Relevance a Chamber priority: 10 Facelift for justice pillar: 12 The new trend in travel: 16


w w w. w e xISSUE p o12. c| July om 2021 . a| www.parramat u rramattatimes


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ITH hardly any time to spare, Parramatta Council submitted its CBD planning proposal to the State Government before going into caretaker mode ahead of the September 4 local government election. The proposal,

w w w. w e x p o . c o


ParramattA T I M E S


eight years in the making, sets the building codes and planning strategies for Sydney’s second CBD and the State Government was getting antsy over the time council was taking in submitting the code for ratification. See page 3.


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Seniors have reasons to

be chirpy: 15

Where the kids are the artists:



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ISSUE 18 | January 2022


Innovation born in Parramatta ESTERN Sydney University and DXC Technology have come together to hold the ‘Innovating Human Identity Challenge’ – an opportunity for students to develop solutions to complex problems associated with managing human identity in the digital age. The Innovation Challenge event, is part of the University’s new Venture Makers entrepreneurship training and development program. The hybrid showcase competition was the first event to take place at the University’s new state-of-the-art, multi-million dollar Engineering Innovation Hub building located at Hassall Street, Parramatta. As part of the challenge, 13 interdisciplinary teams including students from the University of Economics in Vietnam responded to the problem statement: ‘How we can design digital identity technologies for justice and manage digital identities for a more secure, fair and equitable world’. The teams worked to develop digital identity solutions in areas such as security, travel, services, social media, ethics and health. From the seven teams that progressed to the finals, team ‘F8’ was announced the winner for their solution the ‘Universal Healthcare Passport’. While teams ‘COVID Free Travel Buddies’ and ‘Jelly Bean Travel’ took out second and third place for their respective solutions, ‘The Passpal’ and ‘TRAVEL-EAZE’. Western Sydney University Vice-Chancellor and President, Professor Barney Glover AO, said the Venture Makers program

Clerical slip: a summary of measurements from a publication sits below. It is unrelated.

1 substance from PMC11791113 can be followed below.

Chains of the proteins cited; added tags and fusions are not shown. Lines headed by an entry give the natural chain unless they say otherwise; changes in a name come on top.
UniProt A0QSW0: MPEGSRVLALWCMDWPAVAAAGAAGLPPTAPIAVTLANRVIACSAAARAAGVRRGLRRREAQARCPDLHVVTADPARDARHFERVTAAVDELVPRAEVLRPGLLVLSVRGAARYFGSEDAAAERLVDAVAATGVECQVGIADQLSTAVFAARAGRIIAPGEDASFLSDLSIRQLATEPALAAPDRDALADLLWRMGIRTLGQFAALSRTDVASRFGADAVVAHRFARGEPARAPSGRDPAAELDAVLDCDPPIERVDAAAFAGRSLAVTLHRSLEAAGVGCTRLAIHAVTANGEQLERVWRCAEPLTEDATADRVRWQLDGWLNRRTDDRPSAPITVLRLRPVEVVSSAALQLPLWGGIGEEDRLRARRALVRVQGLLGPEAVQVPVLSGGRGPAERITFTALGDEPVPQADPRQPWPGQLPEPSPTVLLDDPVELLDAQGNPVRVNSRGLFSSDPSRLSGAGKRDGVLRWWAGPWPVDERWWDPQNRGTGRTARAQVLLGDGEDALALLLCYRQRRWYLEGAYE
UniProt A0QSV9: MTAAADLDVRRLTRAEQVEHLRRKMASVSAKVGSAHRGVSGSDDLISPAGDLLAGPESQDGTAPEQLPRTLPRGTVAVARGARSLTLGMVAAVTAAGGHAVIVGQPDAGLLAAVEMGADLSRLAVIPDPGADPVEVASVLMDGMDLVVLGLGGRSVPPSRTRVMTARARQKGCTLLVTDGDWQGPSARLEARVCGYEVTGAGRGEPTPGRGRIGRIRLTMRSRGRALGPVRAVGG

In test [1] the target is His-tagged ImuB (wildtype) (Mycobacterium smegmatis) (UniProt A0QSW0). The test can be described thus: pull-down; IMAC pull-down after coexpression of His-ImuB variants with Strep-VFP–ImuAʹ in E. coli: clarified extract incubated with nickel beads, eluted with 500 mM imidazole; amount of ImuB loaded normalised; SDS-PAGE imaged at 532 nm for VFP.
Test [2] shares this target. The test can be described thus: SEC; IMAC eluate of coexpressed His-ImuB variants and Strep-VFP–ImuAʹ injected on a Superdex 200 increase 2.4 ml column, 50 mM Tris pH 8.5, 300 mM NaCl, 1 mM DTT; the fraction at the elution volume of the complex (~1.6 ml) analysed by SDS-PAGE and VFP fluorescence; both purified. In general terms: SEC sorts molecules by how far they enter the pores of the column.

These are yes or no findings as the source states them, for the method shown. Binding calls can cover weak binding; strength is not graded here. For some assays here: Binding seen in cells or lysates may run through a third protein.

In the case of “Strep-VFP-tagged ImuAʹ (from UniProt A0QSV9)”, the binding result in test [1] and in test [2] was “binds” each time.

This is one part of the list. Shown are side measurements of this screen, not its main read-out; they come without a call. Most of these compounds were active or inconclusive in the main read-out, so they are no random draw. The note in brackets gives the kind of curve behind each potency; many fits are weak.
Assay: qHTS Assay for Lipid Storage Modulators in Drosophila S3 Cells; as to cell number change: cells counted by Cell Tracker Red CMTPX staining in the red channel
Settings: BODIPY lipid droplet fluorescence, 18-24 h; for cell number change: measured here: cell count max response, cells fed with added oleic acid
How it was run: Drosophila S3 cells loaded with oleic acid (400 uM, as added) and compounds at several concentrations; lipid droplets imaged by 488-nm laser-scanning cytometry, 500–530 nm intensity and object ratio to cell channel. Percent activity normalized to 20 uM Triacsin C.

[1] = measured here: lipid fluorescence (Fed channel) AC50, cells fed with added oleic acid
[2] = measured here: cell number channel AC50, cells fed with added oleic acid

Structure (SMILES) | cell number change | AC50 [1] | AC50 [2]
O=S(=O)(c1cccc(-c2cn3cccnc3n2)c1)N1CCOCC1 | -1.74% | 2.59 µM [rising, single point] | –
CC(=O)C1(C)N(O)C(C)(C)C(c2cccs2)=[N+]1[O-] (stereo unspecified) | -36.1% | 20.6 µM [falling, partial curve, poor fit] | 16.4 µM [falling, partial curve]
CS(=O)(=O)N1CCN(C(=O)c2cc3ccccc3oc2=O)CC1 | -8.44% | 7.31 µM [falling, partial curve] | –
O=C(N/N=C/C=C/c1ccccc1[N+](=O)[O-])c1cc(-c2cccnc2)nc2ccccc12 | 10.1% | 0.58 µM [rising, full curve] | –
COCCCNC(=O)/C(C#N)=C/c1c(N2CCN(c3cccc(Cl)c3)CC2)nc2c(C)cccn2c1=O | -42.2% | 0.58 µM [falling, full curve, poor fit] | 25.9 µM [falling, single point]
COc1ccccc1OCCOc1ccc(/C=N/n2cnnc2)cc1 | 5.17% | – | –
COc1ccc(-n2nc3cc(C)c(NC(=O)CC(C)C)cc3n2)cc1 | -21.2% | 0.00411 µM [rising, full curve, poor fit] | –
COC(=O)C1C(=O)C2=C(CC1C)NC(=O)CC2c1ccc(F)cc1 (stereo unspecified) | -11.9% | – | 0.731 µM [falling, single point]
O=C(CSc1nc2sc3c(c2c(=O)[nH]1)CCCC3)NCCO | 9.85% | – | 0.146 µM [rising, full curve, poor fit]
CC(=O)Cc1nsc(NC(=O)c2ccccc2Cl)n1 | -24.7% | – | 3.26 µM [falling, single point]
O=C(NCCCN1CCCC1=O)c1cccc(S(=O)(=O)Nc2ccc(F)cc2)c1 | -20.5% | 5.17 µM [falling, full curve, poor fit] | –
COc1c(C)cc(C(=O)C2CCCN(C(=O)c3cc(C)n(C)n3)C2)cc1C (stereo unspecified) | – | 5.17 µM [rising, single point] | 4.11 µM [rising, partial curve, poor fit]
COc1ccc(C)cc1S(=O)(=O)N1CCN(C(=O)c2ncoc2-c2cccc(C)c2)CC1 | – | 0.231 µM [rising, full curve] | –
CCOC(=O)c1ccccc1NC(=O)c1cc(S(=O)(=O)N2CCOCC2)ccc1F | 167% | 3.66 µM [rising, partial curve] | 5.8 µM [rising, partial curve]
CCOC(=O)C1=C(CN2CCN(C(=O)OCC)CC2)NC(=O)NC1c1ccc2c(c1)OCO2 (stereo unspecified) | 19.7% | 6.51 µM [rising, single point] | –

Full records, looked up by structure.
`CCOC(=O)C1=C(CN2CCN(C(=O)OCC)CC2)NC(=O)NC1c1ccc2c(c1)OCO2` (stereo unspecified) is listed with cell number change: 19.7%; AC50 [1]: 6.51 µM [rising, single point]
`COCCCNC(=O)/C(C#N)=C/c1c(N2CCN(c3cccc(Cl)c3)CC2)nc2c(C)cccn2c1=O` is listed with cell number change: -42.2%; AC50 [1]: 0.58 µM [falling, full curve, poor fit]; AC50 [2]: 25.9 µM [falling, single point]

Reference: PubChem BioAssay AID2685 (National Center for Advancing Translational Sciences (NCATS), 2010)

The winning team.